Disclaimer: Any opinions expressed below belong solely to the author.
I’ve long believed that the greatest talent of one of Singapore’s most liked and respected politicians, senior minister and chairman of the Monetary Authority of Singapore (MAS), Tharman Shanmugaratnam, is his ability to get to the essence of any issue at hand and present it in just a few words.
Or, simply put: hit the nail on the head.
And he’s done it again during the panel discussion during World Economic Forum summit at Davos on January 18, this time speaking about regulating crypto space — in a way that I think hasn’t been given quite enough credit.
To regulate or not to regulate?
In my own coverage of the industry here on Vulcan Post, I’ve frequently remarked that the entire cryptoverse — and any currencies it produces — simply make no sense without regulation or outright government backing.
And the need to impose some form of legal boundaries on the space found common support among the panel members, including the CEO of Citigroup, Jane Fraser, Chairman of UBS group, Colm Kelleher and the Governor of the Bank of France, François Villeroy de Galhau.
However, what Tharman pointed out really flipped the common idea of regulating crypto on its head.
It’s typical for politicians to want to impose control on things that carry huge risks to the public. However, what if the sheer act of regulation ends up helping to legitimise the risky activity, making it inherently more dangerous to people betting their savings on things they shouldn’t be?
I think whether it’s crypto or traditional finance, you have to regulate for things like money laundering — that’s very clear.– Minister Tharman Shanmugaratnam
But beyond that, if we’re thinking about regulating crypto the same way we regulate banks or insurance companies, I think we have to take a step back and ask a basic philosophical question: does that legitimise something that is inherently, purely speculative, and in fact slightly crazy?
In other words, what if the cure is worse than the disease? It’s a real risk that isn’t spoken about.
And as the chairman of MAS, Tharman knows the complexity of the issue first-hand.
Despite the fact that MAS has imposed strict licensing requirements for businesses offering crypto-related services in the city-state, it was not enough to protect everyone from the risks of the highly volatile industry operating in largely borderless internet — as the bankruptcy of Three Arrows Capital or the collapse of FTX have shown.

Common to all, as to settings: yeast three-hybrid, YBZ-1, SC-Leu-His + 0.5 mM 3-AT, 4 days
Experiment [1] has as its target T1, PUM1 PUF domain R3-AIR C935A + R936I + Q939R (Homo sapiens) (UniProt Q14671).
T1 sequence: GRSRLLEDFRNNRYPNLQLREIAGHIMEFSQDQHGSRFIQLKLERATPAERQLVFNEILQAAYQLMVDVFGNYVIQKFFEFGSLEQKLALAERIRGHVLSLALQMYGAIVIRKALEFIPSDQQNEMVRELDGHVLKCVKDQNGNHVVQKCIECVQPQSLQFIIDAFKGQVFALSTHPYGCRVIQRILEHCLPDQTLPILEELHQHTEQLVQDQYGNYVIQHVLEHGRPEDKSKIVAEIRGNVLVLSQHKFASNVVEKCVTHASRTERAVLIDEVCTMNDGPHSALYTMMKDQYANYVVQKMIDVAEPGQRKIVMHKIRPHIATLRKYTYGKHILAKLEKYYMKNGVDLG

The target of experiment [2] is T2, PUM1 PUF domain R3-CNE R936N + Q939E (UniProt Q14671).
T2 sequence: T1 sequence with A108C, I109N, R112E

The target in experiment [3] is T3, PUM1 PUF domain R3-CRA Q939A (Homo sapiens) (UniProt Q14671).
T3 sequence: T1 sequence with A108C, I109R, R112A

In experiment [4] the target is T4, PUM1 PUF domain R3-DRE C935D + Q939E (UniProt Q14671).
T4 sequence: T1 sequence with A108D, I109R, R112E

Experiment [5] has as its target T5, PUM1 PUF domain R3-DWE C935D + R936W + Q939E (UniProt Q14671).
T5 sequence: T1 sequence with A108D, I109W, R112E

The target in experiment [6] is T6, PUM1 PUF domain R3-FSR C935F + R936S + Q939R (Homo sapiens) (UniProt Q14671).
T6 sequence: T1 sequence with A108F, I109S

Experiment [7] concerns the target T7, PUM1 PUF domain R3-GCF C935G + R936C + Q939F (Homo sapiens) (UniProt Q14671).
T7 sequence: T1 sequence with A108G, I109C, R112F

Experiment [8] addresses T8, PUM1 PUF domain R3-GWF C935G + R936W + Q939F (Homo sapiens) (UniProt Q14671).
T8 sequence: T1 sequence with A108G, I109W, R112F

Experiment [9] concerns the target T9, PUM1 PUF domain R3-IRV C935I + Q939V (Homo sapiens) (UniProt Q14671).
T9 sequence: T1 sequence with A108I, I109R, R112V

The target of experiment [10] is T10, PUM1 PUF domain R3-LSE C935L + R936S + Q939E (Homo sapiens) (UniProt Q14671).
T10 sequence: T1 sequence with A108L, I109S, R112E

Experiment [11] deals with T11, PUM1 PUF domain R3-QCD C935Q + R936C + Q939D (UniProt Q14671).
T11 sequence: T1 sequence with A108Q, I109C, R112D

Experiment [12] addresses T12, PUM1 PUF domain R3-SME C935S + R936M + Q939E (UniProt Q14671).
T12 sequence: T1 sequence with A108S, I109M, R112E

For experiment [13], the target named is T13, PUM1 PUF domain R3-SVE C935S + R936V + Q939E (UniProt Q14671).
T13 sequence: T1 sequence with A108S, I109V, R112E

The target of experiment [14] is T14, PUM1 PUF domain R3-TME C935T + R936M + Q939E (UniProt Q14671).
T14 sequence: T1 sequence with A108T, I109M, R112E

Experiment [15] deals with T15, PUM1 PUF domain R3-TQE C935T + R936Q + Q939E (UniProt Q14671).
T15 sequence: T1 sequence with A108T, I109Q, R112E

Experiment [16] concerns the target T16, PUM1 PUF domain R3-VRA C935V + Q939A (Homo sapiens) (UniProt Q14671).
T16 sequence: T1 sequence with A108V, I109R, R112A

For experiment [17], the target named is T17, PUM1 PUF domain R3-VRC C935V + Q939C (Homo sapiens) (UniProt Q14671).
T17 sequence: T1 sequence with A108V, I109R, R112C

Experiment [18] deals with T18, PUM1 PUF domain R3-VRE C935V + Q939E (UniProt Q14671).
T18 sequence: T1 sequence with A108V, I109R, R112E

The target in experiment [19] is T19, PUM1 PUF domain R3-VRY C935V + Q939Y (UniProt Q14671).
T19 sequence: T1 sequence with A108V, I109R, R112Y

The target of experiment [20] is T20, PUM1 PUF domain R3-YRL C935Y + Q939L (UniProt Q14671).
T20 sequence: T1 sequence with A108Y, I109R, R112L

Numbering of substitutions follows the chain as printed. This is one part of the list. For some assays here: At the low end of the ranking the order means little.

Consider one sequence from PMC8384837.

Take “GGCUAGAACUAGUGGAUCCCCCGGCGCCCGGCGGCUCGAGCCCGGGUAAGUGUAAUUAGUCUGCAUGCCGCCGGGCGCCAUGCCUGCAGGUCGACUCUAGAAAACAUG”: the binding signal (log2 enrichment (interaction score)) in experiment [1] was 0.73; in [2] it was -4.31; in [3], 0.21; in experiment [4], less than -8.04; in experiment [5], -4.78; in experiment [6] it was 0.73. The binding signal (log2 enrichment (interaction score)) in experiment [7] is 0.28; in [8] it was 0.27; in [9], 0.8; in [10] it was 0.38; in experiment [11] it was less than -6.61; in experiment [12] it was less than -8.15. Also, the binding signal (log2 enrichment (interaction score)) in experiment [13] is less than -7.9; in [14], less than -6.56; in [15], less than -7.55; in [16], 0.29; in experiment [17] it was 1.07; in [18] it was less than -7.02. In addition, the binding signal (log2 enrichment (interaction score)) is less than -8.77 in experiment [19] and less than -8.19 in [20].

There’s only so much that regulators can do and it’s made even harder by the fundamental unpredictability that comes with a new technology that does not conform to standard ways of doing things.
Lawmakers face an unenviable task of balancing the risk and rewards from innovation, trying to protect millions of people while encouraging productive technological progress.
Too many rules may discourage investment, but too few may lead to the ruin of people already targeted by unscrupulous scammers in many other ways.
What would Tharman do?
Are we better off just providing ultra-clarity that it’s an unregulated market and if you go in you go in at your own risk?
… We have to regulate a segment of the business (like regulated stable coins with full backing et cetera), but trying to regulate everything is going to be a never-ending game, and I’m not sure it’s the right way to go.– Minister Tharman Shanmugaratnam
In other words, what Tharman proposes is freedom with disclaimers, warnings and education for individual customers.
However, this liberty would extend only to the borders of traditional finance.
In essence, as long as crypto businesses do not want to offer services typical of traditional banks, they and their customers operate at their own risk (perhaps with some exceptions applicable to backed assets, stable coins et cetera, such as companies making certain claims about what they offer).
But the moment they want to cross the boundary into traditional financial services, they would simply fall under existing rules that apply to banks and other financial institutions — no special treatment.
If crypto companies would like to do things that traditional finance is doing, you apply exactly the same regulations to them (regarding liquidity, reserves et cetera), under one regulatory system.– Minister Tharman Shanmugaratnam
This, frankly speaking, is a beautifully simple cut to the Gordian knot that the topic of regulating crypto has become in the past two years.
Essentially, then, few new rules are really needed.
Aside from preventing criminal activity and ensuring that businesses don’t make unfounded claims, regulatory environment for any service that aims to compete with TradFi is already here.
It just has to be extended to these digital businesses when they want to offer deposits, loans, trading et cetera.
Meanwhile, everything else is just a gamble you have to bear the risks of. If you want to dump a million bucks on an image of a drunken ape, it’s on you.
Featured Image Credit: World Economic Forum